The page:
Carn Meini looks like a quarry, stone that could be taken from the mountainside easily. Its value would have been immense, both on a practical and spiritual level. People talk of moving a bit of the landscape from this place to Stonehenge and you can understand why.It could well be that the land became exhausted on the mountains, and the hunting scarce forcing a move to a more productive environment and that is why they eventually arrived on Salisbury Plain.
One of the things you notice in the later iron age in this part of Wales is the proliferation of so-called forts, mostly promontory, situated by the sea. They point to a need for defense, either from local warring tribes, or more likely from Ireland. There could have been some sort of pressure in the bronze age as well, forcing a move by the Carn Meini people further south.
The way the stones may have travelled;The Eastern Cleddau starts near Waun Isaf today, at least 4 to 5 kilometres south of the bluestone outcrop it journeys south towards Picton Point where it meets the Western Cleddau it then travels down the Daugleddau to Milford Haven (Aberdaugledau).
What you feel on the Preseli mountains is similar to the experience of the down lands of Avebury and perhaps Stonehenge, an open wide landscape - there is no sense of enclosure only sky and land.
Letting my mind drift on this notion took me back to "The Mother's Jam" in Julian Cope's TMA, nature's moodiness in a landscape littered with a drift of stones, a place where the mind can take flight and see shifting shapes, Carn Meini reminded me of the Gorsedd stone, a symbolic natural outcrop of rock that maybe neolithic people saw as the first sacred site.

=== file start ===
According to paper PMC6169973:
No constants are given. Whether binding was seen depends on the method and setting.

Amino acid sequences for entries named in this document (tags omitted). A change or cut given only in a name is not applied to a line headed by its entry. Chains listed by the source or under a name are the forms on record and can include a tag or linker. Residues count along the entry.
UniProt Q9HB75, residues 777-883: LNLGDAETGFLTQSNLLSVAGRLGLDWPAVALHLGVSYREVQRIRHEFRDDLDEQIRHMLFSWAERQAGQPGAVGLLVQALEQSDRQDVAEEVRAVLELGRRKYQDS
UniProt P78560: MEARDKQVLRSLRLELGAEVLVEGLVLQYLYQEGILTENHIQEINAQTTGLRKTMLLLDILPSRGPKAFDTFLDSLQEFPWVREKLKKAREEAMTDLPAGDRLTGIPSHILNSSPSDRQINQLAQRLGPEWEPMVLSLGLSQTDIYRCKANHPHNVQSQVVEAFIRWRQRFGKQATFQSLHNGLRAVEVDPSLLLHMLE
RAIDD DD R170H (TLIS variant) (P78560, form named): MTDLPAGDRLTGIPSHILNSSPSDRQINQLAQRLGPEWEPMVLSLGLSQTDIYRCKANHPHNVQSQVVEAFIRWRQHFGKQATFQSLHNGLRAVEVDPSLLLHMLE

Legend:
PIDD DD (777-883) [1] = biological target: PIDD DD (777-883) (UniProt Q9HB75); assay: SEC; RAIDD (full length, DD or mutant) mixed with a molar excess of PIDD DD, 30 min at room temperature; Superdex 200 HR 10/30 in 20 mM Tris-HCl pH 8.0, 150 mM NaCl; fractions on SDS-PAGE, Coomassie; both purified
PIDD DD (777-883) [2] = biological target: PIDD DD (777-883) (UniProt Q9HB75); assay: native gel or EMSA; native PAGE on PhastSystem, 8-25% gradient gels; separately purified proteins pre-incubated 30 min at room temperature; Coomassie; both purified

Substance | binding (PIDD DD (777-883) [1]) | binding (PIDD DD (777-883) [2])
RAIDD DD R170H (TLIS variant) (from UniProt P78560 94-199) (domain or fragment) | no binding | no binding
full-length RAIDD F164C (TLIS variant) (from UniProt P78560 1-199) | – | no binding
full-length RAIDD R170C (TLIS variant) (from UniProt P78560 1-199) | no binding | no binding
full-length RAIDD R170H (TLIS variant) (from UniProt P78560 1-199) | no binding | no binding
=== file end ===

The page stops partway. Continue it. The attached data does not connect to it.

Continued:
Simulacra; John Mitchell;-"The concept of the visible world as an elaborate code, which conceals, but yet may be used to reveal. the metaphysical causes behind it, is of great antiquity, arising from the experience of people before the age of settlements, who wandered the face of the earth, and whose existence depended on their ability to read the subtle signs that prefigure Nature's moods and changes.They did not consider it unreasonable to find significance in the shape of the rocks or clouds or in the flight pattern of migrating birds, and they accepted the guidance through dreams and visions of oracular trees, stones and springs.
Perhaps this is the only way to explain it; this human affinity with the land snakes down through the centuries and though we may have lost the instinctive sense of wonder at nature, there is still a small kernel in the deeper levels of our consciousness that responds
Speculation is the most we can do to understand stone circles and burial places, but the spiritual content, the need to recognise ancestral and significance of place, is important - longbarrows and circles become imitations of each other, they define a culture, they move forward in time and technology, a timber circle will replace stone, it is this fluidity of motion that teaches human history, .
Refs; Julian Cope The Modern Antiquarian
A term coined by Julian Cope in his book The Modern Antiquarian to explain the visual game that Silbury plays with you as it unfolds itself within the landscape. This sacred landscape has accrued from its early beginnings in the Neolithic, a series of monuments that mark it out as a special place. Monument is a dryasdust terminology for what is re-enacted; mythological stories written into the landscape for us to observe and contemplate on as we wander its paths and byeways.
The great West Kennet longbarrow, snaking its way along the ridge like a great serpent,its back broken by the track some medieval farmer drove through its centre, its huge stone facade faces the sun in its morning coming, welcoming it down through the ages as dawn breaks. There is nothing quite so bare and austere as the great fields that surround the longbarrow, linking it to the earth, and the surrounding plain that stretches down to the Vale of Pewsey. A statement of territory, it faces the Ridgeway defiantly, its stone shapes vaguely echoing the monsters of some distant past.